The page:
A new decade has just begun! The last ten years were quite spectacular, but honestly, which decade hasn’t been since the introduction of the big screen. Like all art and entertainment, film is constantly changing and moving in different directions. The 2010’s might someday be known as the ‘Age of Superhero Movie’, who knows. What the future holds is yet to discover, but we already got a peek at what 2020 is going to offer. And it’s looking quite amazing frankly. Please read on to find out what movies we cannot wait to see in the coming year.
Christopher Nolan directs this action thriller of great suspense and fantastic surprises. What starts off as a secret mission and soon reveals something far more sinister. Something that deeply surprises a secret agent who discovers a dark secret that could reshape the world in ways only thought of in dreams. Going beyond the typical means of weapons that change the course of history, a mind-bending plot is unraveled that may literally alter time and space with a science fiction twist. This trippy picture features astonishing stunts, grand visual effects pieces and boasts the talents of John David Washington, Robert Pattinson and Michael Caine.
Sometimes it just seems like you can never leave suburbia once you’re inside. That certainly seems to be the case for the young couple of Gemma and Tom (Imogen Poots and Jesse Eisenberg), seeking an opportune place to settle down. They seem to find the right house but something seems very off. The houses all look the same and there’s something uneasy about the neighborhood that seems to suggest nobody really leaves. Though they expected suburbia to be a little weird, what they didn’t count on was being trapped within this neighborhood where it seems like they can literally never escape from in this sci-fi thriller.
Virginie Efira steps into the role of the 17th-century nun Benedetta Carlini in this biographical drama that takes aim at the allure of spirituality and sexuality. Based on the book Immodest Acts – The life of a lesbian nun in Renaissance Italy by Judith C. Brown, Benedetta joins an Italian convent to further in life as a woman devoted to her faith. What she didn’t count on in this move was falling in love with another woman during her stay within the convent, further complicating how she comes to terms with her passion. A stirring bit of historical romance from director Paul Verhoeven (Elle).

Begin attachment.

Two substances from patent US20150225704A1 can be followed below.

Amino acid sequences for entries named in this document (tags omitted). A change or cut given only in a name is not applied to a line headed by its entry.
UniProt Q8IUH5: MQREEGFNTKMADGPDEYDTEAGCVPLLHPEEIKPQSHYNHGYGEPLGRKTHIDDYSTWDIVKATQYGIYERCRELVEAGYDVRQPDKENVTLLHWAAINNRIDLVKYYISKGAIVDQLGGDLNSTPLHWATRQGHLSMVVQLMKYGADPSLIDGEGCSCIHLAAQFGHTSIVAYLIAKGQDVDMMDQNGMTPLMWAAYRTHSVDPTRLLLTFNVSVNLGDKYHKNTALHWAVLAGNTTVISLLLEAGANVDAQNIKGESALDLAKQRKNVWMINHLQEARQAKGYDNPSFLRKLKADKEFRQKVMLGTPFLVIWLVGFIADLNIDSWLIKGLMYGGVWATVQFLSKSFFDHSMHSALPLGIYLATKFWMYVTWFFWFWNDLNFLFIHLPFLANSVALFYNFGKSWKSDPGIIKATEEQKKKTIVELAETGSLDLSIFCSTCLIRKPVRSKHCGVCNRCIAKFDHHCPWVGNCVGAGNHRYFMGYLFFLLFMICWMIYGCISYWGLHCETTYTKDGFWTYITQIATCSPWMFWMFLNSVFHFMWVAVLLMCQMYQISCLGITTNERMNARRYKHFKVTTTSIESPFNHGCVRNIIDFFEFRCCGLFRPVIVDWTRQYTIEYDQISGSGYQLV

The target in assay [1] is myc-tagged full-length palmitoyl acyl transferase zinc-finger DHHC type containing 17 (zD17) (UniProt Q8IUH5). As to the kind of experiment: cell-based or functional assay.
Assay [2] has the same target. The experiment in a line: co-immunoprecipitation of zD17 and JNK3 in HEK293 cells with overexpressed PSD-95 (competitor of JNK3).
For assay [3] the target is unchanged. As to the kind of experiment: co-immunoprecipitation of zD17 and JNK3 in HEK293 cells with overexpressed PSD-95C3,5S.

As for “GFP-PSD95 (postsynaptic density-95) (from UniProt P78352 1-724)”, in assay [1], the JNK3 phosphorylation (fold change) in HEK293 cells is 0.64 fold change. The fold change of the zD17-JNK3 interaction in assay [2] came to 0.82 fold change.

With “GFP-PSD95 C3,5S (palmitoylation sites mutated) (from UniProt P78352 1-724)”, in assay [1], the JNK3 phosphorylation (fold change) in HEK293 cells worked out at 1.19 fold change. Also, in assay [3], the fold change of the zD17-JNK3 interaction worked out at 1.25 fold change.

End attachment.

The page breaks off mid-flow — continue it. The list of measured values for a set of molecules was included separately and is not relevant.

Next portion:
Some people just can’t hold their alcohol but a group of four teachers aim to bring up their tolerance levels. They figure that if they can better consume hard drinks they’ll be able to function more proudly within society with their increased Blood Alcohol Content levels. But the more they consume, the more their lives take odd turns in this intoxicating drama directed by Danish stalwart Thomas Vinterberg.
I’m Thinking of Ending Things
Coming home to your parents with your partner can be a tricky ordeal. But sometimes it can take a turn for the deadly. Based on the thrilling novel by Iain Reid, Jake (Jesse Plemons) finds that bringing his girlfriend home to his parents. His parents live on a farm and the longer they stay, the darker and tenser the atmosphere becomes where all is not what it seems. What starts as a homecoming soon turns into a terrifying trip for the couple in this psychological thriller. This surreal picture is written and directed by the always-experimental Charlie Kaufman (Synecdoche, New York, Adaptation, Anomalisa).
Writer/director Sally Potter (The Party) takes a trip of the cerebral and delves deep inside the troubled mind of the meandering Leo (Javier Bardem), just trying to get through life with his daughter, Molly (Elle Fanning). While Molly looks towards the future about what she’ll do next with her whole life ahead of her, Leo drowns in the past. His mind starts thinking back to things he could have done differently and how his life might have taken a much different path, theorizing different roads not taken in this contemplative drama about a father leaving his youth behind and watching it pass to the next generation.